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Chronic UTI: Doing the right thing

My late friend, mentor and former UCL professor of medicine James Malone-Lee advised that a good clinician does the right things very well for patients, but a medical academic is charged to determine, through research, what the right things are to do. We both sought to determine the “right way” to treat bladder infections because he, as a geriatrician, and I, as a neurorehabilitation doctor treating people with CNS diseases such as #MS, saw so many routinely.

 

James believed standard treatment courses were predominantly effective palliatives and chose to fight battles against bladder #infection chronicity by using #antibiotics until he was highly confident the infecting pathogens were annihilated to effect cure, which typically took several months. In doing so, he also battled against conventional thinking but had many immensely grateful patients. However, oral antibiotics progressively are becoming less effective, interfere with the gut microbiome and risk AMR.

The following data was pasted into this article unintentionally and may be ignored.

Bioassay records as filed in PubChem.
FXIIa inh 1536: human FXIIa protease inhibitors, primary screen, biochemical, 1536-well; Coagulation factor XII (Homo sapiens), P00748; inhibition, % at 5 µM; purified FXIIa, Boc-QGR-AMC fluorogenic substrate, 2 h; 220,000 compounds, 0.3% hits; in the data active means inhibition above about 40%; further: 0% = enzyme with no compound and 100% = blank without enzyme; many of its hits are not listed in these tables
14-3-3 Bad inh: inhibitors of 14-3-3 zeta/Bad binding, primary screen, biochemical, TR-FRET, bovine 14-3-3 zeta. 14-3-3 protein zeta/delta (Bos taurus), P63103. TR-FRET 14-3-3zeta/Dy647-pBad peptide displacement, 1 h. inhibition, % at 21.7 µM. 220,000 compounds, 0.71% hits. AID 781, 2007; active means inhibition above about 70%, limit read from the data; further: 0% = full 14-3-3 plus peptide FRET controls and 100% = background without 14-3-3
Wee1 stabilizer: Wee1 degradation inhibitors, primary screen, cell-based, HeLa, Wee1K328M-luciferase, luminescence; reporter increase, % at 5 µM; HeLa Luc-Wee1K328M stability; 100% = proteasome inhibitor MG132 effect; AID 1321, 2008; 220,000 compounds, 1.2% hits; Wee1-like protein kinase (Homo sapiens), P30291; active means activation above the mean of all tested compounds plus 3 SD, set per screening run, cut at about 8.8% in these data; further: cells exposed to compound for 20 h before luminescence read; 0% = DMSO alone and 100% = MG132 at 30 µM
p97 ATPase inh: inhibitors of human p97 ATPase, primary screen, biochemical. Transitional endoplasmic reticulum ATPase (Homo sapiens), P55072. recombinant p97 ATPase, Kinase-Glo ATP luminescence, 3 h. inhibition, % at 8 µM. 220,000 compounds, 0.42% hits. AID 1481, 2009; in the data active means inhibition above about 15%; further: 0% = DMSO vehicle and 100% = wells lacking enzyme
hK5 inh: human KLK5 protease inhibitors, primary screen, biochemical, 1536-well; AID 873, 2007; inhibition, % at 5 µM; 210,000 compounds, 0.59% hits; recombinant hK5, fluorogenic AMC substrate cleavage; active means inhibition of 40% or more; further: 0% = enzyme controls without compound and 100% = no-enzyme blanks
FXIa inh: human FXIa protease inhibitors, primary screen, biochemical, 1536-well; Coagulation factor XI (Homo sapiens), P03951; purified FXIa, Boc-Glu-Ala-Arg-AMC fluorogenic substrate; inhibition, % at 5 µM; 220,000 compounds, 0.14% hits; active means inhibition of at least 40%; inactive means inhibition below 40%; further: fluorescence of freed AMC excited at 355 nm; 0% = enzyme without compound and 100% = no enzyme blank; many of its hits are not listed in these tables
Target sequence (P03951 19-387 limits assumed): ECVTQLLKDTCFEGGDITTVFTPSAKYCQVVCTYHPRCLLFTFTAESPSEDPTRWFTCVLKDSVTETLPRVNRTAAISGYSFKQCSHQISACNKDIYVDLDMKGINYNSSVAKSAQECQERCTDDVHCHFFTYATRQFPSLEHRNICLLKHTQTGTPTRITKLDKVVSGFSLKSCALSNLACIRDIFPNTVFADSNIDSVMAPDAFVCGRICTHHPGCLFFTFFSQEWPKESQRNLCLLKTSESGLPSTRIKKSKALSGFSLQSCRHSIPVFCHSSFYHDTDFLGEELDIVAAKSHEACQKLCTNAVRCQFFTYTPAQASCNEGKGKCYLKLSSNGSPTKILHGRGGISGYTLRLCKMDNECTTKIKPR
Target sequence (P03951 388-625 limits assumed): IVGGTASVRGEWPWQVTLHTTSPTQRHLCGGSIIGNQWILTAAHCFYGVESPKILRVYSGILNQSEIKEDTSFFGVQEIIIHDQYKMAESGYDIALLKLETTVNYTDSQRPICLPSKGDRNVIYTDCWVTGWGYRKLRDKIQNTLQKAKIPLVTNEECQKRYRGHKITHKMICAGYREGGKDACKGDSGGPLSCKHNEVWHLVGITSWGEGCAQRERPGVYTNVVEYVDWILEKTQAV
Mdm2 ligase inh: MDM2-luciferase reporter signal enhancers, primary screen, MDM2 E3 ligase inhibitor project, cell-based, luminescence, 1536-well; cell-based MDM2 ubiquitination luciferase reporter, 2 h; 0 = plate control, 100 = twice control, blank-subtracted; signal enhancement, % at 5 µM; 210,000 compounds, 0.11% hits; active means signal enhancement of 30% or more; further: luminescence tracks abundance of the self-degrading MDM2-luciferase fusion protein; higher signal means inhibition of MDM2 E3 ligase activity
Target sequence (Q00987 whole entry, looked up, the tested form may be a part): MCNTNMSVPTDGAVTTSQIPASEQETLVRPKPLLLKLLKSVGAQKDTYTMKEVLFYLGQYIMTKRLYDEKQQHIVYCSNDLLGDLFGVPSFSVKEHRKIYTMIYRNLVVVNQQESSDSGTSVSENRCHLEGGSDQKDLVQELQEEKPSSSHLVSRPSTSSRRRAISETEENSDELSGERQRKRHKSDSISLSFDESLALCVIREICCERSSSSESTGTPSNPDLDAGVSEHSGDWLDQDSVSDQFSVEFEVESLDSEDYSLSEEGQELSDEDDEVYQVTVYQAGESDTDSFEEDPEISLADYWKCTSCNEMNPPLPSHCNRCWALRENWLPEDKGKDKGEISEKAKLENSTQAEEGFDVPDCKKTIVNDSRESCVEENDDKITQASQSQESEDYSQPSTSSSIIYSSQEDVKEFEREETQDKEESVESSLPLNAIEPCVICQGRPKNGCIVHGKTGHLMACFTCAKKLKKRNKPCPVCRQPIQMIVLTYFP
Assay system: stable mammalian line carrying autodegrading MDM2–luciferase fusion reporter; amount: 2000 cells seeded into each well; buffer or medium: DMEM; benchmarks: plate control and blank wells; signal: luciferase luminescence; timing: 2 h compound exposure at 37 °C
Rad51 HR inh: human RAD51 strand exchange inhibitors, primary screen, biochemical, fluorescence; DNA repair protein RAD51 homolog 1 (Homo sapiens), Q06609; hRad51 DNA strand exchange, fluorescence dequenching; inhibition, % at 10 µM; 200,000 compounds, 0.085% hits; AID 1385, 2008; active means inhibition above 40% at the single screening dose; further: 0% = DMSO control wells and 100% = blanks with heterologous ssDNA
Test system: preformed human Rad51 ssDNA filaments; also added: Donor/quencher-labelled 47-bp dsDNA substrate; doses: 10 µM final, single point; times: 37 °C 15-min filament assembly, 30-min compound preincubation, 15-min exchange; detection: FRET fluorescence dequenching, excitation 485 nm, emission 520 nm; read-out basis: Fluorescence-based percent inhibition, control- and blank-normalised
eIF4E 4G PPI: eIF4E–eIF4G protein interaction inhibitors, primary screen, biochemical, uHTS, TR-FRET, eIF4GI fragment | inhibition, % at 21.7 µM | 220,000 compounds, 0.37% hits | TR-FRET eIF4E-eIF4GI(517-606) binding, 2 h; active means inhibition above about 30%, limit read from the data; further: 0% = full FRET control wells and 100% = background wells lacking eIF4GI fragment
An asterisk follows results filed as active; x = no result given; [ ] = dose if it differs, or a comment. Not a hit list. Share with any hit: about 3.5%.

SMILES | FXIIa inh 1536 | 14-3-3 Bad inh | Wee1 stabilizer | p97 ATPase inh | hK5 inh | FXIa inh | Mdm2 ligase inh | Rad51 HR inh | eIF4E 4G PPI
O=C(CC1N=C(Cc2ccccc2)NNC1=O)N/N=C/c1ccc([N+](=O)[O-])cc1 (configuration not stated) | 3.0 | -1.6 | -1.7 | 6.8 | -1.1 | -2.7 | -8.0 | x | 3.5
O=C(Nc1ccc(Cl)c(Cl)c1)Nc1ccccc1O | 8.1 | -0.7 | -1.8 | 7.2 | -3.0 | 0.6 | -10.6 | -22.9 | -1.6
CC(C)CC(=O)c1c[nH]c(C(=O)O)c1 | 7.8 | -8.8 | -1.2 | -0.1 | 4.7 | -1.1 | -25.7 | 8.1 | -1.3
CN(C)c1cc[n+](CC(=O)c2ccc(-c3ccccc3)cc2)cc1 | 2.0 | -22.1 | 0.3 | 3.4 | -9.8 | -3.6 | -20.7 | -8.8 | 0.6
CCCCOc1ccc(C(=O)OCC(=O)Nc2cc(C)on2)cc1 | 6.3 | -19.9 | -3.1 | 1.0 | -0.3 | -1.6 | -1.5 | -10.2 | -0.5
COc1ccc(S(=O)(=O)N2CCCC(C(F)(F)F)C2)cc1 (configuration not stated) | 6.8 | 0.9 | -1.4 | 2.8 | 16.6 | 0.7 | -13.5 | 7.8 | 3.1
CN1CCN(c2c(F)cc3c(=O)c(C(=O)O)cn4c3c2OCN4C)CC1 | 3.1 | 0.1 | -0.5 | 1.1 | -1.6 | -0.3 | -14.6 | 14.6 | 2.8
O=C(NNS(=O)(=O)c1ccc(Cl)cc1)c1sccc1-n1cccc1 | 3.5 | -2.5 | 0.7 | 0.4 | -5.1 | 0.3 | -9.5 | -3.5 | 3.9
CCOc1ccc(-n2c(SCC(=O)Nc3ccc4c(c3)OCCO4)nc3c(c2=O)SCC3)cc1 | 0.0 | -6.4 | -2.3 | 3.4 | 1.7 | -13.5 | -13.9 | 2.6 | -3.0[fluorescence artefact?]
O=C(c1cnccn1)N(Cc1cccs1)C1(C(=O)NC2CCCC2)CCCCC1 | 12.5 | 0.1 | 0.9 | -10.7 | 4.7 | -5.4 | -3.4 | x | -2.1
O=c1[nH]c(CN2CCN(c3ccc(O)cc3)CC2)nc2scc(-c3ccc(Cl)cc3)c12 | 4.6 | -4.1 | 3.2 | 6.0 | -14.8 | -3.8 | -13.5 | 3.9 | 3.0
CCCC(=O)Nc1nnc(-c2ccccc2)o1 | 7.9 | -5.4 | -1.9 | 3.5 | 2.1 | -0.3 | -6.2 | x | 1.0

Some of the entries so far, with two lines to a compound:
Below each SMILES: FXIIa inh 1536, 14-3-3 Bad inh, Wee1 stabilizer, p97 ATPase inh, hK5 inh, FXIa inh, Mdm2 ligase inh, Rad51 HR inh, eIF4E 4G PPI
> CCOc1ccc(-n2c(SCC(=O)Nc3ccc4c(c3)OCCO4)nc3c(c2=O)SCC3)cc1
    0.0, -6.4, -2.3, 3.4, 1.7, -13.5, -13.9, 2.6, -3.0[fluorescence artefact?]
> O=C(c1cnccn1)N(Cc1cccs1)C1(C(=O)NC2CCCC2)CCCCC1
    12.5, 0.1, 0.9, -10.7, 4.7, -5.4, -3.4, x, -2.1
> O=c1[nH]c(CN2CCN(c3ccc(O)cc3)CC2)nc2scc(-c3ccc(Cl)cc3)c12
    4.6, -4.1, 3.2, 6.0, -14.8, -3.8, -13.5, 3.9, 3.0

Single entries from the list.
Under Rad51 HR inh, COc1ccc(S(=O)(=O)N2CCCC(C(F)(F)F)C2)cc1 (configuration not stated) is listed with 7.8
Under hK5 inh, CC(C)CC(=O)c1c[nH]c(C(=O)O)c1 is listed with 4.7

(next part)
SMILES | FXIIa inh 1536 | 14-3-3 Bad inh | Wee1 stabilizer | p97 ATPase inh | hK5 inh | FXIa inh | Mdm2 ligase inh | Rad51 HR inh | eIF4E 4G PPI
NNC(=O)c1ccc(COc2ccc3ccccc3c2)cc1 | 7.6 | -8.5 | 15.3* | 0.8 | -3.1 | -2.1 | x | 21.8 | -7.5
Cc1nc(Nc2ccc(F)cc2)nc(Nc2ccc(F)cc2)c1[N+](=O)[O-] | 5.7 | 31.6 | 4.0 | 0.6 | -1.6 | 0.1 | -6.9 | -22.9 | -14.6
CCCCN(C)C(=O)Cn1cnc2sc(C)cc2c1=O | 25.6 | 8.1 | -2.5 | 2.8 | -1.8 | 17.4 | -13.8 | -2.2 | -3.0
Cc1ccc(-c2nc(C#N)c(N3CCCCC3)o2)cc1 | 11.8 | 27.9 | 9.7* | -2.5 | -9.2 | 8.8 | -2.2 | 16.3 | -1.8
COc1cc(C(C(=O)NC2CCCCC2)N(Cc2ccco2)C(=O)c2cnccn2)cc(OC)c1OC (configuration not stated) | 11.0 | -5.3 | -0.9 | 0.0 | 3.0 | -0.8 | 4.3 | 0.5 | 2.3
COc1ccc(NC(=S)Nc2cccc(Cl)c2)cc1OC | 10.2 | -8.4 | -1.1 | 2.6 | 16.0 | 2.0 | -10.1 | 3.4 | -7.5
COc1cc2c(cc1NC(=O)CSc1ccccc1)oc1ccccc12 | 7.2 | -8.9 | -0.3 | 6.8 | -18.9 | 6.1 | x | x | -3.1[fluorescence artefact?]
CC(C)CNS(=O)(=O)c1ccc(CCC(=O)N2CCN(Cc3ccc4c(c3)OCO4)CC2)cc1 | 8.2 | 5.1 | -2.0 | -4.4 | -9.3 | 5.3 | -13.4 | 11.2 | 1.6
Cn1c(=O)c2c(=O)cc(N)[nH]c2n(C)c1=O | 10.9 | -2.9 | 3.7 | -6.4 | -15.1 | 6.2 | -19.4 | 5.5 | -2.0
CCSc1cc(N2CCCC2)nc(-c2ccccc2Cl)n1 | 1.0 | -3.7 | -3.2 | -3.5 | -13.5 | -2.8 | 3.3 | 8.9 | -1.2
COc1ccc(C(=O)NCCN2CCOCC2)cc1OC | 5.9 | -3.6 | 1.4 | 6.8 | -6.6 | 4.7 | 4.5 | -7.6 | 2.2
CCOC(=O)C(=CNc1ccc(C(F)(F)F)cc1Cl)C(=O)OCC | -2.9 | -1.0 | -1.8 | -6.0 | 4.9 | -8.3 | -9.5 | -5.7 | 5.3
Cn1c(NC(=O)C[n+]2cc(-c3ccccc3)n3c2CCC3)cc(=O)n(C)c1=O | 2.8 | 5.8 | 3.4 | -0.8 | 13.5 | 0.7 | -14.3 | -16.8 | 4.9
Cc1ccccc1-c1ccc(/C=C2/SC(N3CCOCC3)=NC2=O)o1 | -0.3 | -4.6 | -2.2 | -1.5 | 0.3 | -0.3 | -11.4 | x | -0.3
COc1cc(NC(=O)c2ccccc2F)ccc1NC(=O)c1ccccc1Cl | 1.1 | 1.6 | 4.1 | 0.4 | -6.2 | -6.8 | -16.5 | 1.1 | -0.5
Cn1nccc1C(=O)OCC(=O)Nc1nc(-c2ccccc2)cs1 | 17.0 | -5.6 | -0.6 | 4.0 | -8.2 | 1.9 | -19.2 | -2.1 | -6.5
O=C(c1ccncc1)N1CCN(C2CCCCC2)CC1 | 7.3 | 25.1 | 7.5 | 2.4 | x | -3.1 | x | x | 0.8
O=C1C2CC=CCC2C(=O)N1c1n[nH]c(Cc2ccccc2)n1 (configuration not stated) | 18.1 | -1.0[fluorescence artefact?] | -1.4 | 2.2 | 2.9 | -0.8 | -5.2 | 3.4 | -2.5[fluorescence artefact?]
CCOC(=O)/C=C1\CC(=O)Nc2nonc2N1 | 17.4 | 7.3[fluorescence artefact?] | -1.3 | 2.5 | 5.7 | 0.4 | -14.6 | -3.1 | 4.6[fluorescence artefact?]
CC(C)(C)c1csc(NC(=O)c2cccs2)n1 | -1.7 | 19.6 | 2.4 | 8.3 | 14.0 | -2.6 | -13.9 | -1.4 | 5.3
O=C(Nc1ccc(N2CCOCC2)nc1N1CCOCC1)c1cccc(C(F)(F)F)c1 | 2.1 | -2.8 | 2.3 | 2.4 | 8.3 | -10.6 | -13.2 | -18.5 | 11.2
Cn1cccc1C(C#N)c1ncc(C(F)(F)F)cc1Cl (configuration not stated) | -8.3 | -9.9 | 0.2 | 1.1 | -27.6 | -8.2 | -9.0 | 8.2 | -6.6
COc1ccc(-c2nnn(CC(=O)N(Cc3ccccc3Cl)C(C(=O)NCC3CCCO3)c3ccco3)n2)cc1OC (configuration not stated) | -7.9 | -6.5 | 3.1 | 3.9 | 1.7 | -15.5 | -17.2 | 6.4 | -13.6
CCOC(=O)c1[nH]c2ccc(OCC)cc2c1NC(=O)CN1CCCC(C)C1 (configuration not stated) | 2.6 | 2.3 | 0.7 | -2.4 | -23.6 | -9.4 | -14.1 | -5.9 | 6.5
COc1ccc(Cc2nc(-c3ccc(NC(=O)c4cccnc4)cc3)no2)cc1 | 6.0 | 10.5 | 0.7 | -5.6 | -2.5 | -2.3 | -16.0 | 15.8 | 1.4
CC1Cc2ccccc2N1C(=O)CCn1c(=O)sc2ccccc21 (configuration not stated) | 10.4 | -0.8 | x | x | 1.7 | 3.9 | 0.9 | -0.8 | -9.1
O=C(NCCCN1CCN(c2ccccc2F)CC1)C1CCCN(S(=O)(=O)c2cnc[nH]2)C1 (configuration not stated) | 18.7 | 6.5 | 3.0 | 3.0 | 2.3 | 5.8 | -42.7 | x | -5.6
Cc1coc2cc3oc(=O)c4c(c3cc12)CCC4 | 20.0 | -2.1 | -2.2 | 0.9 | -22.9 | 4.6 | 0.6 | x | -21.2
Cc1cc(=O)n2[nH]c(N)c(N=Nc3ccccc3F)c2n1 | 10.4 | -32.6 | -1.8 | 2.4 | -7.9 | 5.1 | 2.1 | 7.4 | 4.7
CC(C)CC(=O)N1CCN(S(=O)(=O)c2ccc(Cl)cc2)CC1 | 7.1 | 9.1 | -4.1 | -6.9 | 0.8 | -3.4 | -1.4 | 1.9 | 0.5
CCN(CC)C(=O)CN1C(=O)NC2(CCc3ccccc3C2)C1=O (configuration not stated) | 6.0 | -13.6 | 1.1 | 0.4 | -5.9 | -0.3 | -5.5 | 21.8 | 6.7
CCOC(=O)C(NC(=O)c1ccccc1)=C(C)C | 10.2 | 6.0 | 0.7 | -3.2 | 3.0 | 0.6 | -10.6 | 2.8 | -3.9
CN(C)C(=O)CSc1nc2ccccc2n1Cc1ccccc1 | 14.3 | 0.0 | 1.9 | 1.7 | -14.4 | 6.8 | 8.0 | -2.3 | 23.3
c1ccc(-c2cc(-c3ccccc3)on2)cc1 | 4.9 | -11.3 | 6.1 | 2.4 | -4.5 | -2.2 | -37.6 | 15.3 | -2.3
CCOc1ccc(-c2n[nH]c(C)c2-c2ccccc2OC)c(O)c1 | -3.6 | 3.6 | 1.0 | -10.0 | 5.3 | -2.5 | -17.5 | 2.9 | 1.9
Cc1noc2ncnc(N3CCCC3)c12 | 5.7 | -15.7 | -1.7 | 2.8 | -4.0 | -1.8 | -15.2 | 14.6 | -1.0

I chose to consider delivering the antimicrobial armaments to the battlefield directly rather than sending them through the system only to leave it to act in the urinary cavity. The superiority of direct drug targeting is a fundamental tenet of therapeutics. Principles matter. What you see is not all there is.

 

Direct targeting is used routinely for bladder cancer treatments. #Urologists today use #intravesical aminoglycosides to treat people with chronic and recurrent UTI but do so off-label, using risky Heath-Robinson approaches for which personal responsibility must be taken for any complications. Clinicians need support to do the right things very well. I hope that when UroPharma’s direct-to-bladder drug-delivery technology is approved, we clinicians, finally, will be able to do the right things very well for cystitis patients with the regulators’ blessings.

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